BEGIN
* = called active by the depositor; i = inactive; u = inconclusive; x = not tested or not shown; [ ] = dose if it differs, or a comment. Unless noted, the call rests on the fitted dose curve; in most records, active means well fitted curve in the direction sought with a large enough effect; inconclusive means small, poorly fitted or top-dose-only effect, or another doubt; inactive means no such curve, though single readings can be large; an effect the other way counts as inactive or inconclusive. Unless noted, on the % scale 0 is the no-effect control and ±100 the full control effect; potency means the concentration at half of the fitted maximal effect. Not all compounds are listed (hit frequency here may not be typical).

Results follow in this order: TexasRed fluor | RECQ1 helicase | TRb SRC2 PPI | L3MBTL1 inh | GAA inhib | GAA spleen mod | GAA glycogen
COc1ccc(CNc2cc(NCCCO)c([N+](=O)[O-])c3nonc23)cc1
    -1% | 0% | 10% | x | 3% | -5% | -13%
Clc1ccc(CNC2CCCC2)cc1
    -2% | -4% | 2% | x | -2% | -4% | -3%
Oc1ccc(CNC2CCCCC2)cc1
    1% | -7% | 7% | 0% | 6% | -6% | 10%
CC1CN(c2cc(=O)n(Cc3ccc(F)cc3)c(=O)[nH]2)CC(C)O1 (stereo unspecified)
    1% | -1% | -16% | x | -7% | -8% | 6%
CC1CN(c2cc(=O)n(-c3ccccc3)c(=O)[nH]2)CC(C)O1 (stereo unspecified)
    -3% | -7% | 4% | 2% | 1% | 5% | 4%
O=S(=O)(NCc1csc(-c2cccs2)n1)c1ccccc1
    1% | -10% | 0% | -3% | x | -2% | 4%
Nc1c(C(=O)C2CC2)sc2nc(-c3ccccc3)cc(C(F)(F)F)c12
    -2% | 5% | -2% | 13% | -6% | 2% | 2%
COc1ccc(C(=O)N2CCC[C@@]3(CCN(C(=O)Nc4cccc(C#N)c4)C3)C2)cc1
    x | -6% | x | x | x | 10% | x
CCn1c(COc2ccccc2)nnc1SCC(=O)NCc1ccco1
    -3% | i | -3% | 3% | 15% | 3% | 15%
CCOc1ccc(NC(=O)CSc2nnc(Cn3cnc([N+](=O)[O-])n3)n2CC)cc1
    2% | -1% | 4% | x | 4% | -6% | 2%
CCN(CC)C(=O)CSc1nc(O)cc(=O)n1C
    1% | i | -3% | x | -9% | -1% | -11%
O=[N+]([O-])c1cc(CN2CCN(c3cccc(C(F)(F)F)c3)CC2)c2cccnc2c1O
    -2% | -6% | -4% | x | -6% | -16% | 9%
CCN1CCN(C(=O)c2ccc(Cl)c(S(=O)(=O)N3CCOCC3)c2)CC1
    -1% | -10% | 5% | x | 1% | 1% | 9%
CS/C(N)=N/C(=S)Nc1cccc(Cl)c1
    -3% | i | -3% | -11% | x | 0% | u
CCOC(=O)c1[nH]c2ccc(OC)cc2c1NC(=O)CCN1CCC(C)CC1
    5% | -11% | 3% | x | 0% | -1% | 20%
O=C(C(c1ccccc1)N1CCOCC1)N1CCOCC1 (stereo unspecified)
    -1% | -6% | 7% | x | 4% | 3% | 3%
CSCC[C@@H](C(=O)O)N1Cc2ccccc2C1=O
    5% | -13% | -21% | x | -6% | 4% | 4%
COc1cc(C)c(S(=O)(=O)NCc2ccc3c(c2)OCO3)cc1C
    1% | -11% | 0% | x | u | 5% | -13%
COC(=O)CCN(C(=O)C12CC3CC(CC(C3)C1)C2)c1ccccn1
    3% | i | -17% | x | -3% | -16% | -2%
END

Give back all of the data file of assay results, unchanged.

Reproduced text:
* = called active by the depositor; i = inactive; u = inconclusive; x = not tested or not shown; [ ] = dose if it differs, or a comment. Unless noted, the call rests on the fitted dose curve; in most records, active means well fitted curve in the direction sought with a large enough effect; inconclusive means small, poorly fitted or top-dose-only effect, or another doubt; inactive means no such curve, though single readings can be large; an effect the other way counts as inactive or inconclusive. Unless noted, on the % scale 0 is the no-effect control and ±100 the full control effect; potency means the concentration at half of the fitted maximal effect. Not all compounds are listed (hit frequency here may not be typical).

Results follow in this order: TexasRed fluor | RECQ1 helicase | TRb SRC2 PPI | L3MBTL1 inh | GAA inhib | GAA spleen mod | GAA glycogen
COc1ccc(CNc2cc(NCCCO)c([N+](=O)[O-])c3nonc23)cc1
    -1% | 0% | 10% | x | 3% | -5% | -13%
Clc1ccc(CNC2CCCC2)cc1
    -2% | -4% | 2% | x | -2% | -4% | -3%
Oc1ccc(CNC2CCCCC2)cc1
    1% | -7% | 7% | 0% | 6% | -6% | 10%
CC1CN(c2cc(=O)n(Cc3ccc(F)cc3)c(=O)[nH]2)CC(C)O1 (stereo unspecified)
    1% | -1% | -16% | x | -7% | -8% | 6%
CC1CN(c2cc(=O)n(-c3ccccc3)c(=O)[nH]2)CC(C)O1 (stereo unspecified)
    -3% | -7% | 4% | 2% | 1% | 5% | 4%
O=S(=O)(NCc1csc(-c2cccs2)n1)c1ccccc1
    1% | -10% | 0% | -3% | x | -2% | 4%
Nc1c(C(=O)C2CC2)sc2nc(-c3ccccc3)cc(C(F)(F)F)c12
    -2% | 5% | -2% | 13% | -6% | 2% | 2%
COc1ccc(C(=O)N2CCC[C@@]3(CCN(C(=O)Nc4cccc(C#N)c4)C3)C2)cc1
    x | -6% | x | x | x | 10% | x
CCn1c(COc2ccccc2)nnc1SCC(=O)NCc1ccco1
    -3% | i | -3% | 3% | 15% | 3% | 15%
CCOc1ccc(NC(=O)CSc2nnc(Cn3cnc([N+](=O)[O-])n3)n2CC)cc1
    2% | -1% | 4% | x | 4% | -6% | 2%
CCN(CC)C(=O)CSc1nc(O)cc(=O)n1C
    1% | i | -3% | x | -9% | -1% | -11%
O=[N+]([O-])c1cc(CN2CCN(c3cccc(C(F)(F)F)c3)CC2)c2cccnc2c1O
    -2% | -6% | -4% | x | -6% | -16% | 9%
CCN1CCN(C(=O)c2ccc(Cl)c(S(=O)(=O)N3CCOCC3)c2)CC1
    -1% | -10% | 5% | x | 1% | 1% | 9%
CS/C(N)=N/C(=S)Nc1cccc(Cl)c1
    -3% | i | -3% | -11% | x | 0% | u
CCOC(=O)c1[nH]c2ccc(OC)cc2c1NC(=O)CCN1CCC(C)CC1
    5% | -11% | 3% | x | 0% | -1% | 20%
O=C(C(c1ccccc1)N1CCOCC1)N1CCOCC1 (stereo unspecified)
    -1% | -6% | 7% | x | 4% | 3% | 3%
CSCC[C@@H](C(=O)O)N1Cc2ccccc2C1=O
    5% | -13% | -21% | x | -6% | 4% | 4%
COc1cc(C)c(S(=O)(=O)NCc2ccc3c(c2)OCO3)cc1C
    1% | -11% | 0% | x | u | 5% | -13%
COC(=O)CCN(C(=O)C12CC3CC(CC(C3)C1)C2)c1ccccn1
    3% | i | -17% | x | -3% | -16% | -2%